i laugh every. single. time. ohhhh, janis.

Friday, December 7, 2012

sacrosanct santa


[sak-roh-sangkt]  Show IPA
extremely sacred or inviolable: a sacrosanct chamber in the temple.
not to be entered or trespassed upon: She considered her home office sacrosanct.
above or beyond criticism, change, or interference: a manuscript deemed sacrosanct.

let's be honest, in america, santa has become sacrosanct. even in Christian circles. when bry and i told people we weren't teaching our kids that santa was real, it was met with much scoffing and guffawing. i understand the sentiment. it's fun to believe in something that is mysterious and magical and simply unexplainable. however, bryan and i feel like there are some major hangups with santaology that we do not wish to impart to our children.

1.) It's a lie.
we believe that good parenting calls for honesty and integrity to the best of our ability in every situation.  if our kids ask if santa is real, we tell them the truth. just like we would tell them the truth if they asked if mickey mouse or thomas the train were real. santa is a fun fictional character. we can enjoy movies about him and read stories about him and even talk about the real st. nick whom the fictional character is based on. but will a jolly, large man dressed in red find a way into our house on christmas eve and leave presents that tiny elves made in the north pole? nope. those presents were thoughtfully bought and wrapped and given because your family loves you and cares for you. isn't that important too?

2.) Naughty or Nice.
to try and modify my child's behavior by reminding him that a magical man (or elf on a shelf) is creepily watching even while he's sleeping is weird. we try to do good things and be nice and love one another well because Jesus first loved us and has given us example and instruction to do so. as we're trying to teach our kids that they should love others as they love themselves, we don't want the motivation to be so that they can selfishly get more presents if they're extra nice. also, how do we explain it when children who come from low income families don't get awesome presents? is it because santa caught them being naughty? or is it because their parents or parent are trying to keep food on the table and don't have the luxury of spending tons of money on gifts?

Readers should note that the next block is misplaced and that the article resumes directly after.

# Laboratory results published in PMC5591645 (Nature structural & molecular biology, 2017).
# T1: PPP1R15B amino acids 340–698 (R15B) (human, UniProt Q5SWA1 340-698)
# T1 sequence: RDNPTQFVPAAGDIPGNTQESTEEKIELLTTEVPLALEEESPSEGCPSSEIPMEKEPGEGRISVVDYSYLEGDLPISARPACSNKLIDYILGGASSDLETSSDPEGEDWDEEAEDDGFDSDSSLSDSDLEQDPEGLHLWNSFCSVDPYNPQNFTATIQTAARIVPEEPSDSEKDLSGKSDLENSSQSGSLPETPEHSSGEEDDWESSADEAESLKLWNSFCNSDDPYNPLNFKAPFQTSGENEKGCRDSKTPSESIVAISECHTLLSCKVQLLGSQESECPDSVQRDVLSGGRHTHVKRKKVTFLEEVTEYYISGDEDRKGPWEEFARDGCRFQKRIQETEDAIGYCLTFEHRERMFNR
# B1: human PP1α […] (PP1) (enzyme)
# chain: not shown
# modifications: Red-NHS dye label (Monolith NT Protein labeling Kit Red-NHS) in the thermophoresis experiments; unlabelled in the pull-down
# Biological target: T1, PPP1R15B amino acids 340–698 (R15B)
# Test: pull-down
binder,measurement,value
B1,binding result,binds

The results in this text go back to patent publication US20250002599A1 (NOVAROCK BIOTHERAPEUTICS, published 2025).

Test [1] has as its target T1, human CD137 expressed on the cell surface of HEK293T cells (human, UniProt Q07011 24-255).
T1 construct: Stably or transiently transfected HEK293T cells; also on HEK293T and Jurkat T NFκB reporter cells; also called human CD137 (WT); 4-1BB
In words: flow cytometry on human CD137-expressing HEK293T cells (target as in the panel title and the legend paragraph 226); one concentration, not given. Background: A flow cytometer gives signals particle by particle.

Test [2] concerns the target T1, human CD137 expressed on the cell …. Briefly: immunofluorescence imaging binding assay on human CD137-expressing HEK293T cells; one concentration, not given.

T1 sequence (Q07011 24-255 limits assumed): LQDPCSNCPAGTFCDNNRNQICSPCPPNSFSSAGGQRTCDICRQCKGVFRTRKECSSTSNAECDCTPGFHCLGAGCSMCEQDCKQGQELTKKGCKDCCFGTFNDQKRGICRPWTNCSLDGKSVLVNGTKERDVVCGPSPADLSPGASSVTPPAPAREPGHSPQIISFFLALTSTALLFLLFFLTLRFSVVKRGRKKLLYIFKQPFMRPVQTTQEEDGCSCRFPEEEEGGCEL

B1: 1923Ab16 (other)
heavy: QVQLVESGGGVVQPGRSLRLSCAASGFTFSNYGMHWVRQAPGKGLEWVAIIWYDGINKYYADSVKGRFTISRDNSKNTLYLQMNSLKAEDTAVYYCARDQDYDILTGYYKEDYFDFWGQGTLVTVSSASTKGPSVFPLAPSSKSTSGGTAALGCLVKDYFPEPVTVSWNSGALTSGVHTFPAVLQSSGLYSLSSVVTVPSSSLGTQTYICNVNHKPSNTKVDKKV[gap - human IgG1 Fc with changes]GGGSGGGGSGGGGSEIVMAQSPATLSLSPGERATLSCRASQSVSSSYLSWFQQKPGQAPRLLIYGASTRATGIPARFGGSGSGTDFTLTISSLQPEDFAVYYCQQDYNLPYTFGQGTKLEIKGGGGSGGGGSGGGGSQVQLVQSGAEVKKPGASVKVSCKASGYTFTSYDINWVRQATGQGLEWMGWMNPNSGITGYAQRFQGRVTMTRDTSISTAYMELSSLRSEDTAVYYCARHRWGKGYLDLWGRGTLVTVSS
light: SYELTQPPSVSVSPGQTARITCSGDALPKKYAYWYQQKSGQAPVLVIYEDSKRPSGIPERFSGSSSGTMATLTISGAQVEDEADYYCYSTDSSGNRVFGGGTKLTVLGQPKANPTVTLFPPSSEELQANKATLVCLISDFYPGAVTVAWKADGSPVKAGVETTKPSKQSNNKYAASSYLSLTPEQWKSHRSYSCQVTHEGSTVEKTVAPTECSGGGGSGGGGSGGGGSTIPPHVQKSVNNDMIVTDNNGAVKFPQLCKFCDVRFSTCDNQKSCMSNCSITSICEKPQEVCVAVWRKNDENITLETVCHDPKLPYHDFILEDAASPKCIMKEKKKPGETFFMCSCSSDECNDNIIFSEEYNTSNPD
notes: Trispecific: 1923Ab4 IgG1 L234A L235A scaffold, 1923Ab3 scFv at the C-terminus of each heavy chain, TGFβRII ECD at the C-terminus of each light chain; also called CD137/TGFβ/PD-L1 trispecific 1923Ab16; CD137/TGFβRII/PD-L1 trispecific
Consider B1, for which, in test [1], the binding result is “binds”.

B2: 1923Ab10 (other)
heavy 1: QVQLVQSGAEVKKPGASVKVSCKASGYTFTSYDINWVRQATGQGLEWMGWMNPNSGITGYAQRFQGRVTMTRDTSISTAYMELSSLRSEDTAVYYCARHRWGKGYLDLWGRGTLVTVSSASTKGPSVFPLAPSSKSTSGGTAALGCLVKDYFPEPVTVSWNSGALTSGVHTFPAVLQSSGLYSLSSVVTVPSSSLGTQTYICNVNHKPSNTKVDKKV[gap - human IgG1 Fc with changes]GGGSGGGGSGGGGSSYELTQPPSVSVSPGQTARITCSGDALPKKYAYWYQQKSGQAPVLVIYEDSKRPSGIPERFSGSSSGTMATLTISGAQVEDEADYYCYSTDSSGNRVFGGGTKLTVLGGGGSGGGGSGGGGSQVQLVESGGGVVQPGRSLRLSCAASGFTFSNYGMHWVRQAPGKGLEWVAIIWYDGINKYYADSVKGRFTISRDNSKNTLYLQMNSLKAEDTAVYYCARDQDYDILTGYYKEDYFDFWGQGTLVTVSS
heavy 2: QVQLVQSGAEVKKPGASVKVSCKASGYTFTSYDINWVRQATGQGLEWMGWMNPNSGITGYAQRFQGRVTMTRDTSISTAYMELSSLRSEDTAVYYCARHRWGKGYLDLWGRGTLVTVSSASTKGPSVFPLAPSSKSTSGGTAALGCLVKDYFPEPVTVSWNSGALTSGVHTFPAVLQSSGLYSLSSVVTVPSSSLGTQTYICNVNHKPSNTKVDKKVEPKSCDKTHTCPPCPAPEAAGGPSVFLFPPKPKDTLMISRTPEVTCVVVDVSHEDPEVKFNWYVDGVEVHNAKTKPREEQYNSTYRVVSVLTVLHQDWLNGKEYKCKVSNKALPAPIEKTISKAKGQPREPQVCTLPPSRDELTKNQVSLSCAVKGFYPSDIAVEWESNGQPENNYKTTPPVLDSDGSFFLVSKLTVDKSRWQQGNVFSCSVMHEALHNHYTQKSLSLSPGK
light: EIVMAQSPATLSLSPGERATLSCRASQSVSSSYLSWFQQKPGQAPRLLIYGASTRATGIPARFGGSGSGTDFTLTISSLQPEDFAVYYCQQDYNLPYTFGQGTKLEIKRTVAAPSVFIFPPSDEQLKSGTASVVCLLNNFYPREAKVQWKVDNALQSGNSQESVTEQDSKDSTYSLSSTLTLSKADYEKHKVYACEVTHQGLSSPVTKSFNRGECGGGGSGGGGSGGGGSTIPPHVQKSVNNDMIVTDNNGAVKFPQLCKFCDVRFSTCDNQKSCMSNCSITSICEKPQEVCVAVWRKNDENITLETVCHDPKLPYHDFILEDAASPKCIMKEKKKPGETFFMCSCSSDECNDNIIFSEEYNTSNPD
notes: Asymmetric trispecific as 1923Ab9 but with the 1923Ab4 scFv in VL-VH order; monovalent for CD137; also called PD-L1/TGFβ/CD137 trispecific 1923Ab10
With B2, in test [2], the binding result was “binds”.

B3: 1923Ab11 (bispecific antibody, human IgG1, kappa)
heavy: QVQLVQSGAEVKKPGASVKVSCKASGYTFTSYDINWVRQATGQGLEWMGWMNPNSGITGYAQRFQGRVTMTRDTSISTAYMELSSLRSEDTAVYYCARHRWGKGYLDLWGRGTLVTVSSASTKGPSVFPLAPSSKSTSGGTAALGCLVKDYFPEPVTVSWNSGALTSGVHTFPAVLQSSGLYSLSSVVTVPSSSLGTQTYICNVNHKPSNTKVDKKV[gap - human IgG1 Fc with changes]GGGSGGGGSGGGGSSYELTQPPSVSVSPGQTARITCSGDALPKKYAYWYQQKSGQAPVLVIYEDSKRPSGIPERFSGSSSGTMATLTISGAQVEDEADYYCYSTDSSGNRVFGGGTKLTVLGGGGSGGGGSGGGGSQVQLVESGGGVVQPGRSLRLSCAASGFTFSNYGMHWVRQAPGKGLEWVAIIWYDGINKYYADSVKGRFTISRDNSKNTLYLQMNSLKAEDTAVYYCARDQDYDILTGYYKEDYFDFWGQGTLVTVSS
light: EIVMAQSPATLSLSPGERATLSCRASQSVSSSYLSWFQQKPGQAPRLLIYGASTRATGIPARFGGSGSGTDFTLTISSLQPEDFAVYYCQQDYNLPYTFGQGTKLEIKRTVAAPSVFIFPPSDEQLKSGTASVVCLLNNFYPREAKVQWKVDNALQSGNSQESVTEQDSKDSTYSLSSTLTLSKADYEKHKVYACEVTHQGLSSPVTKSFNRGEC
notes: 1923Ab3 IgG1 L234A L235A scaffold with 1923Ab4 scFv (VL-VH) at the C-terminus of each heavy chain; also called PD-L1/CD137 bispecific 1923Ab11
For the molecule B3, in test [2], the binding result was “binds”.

3.) The Present Thing.
christmas has become a consumeristic holiday race where the person who gets (or the parent who gives) the biggest, best, newest, and most is the winner. as parents who believe in Christ as their Lord and Savior, we really want to teach our kids that Christmas is about celebrating, remembering, and focusing on God's greatest gift to a dying, broken world: the incarnation of His Son, Jesus. we've decided to do 3 gifts for each child to parallel the gifts for Christ from the wise men (yes, i realize that the wise men technically did not arrive until tiny little baby Jesus was about 2 years old, but they are still part of the Christmas story, people!) we will strive, with the presents that we do give, to make sure they are organic/fair trade/sustainably produced simply because we don't want others to suffer at the expense of our gift giving. we have also decided to let our kids pick out 3 gifts from the compassion international gift catalog. we will narrow down the choices so that they are affordable for our family, but we want our children to get in the habit of giving where it counts. i'm hoping this new years to start a compassion jar that we can fill up all year. then next december, we can count out how much we've saved and pick out a life changing gift with our change. we'll see how that goes. the bottom line: we want our kids to know that the gifts they get and give are meaningful and making a difference, not made by elves in a shop in the north pole.

i'm not trying to hate on the families who are hardcore pretenders when it comes to santa. i'm just trying to explain why our family doesn't think it's worth it. we still have fun taking our kids to see christmas lights, wrapping presents for others, making christmas crafts and ornaments, doing random acts of christmas kindness for strangers, spending time together, etc., etc., etc.

like i said, it's fun to believe in something that is mysterious, and magical, and simply unexplainable.

the virgin birth of Christ,
      the word made flesh come to rescue the world,
           the Hope long awaited for,
                the Promised One,
                    God graciously reconciling His people back to himself

THAT is a unexplainable mystery worth celebrating, a gift deserving of thanksgiving, and most importantly it is TRUTH.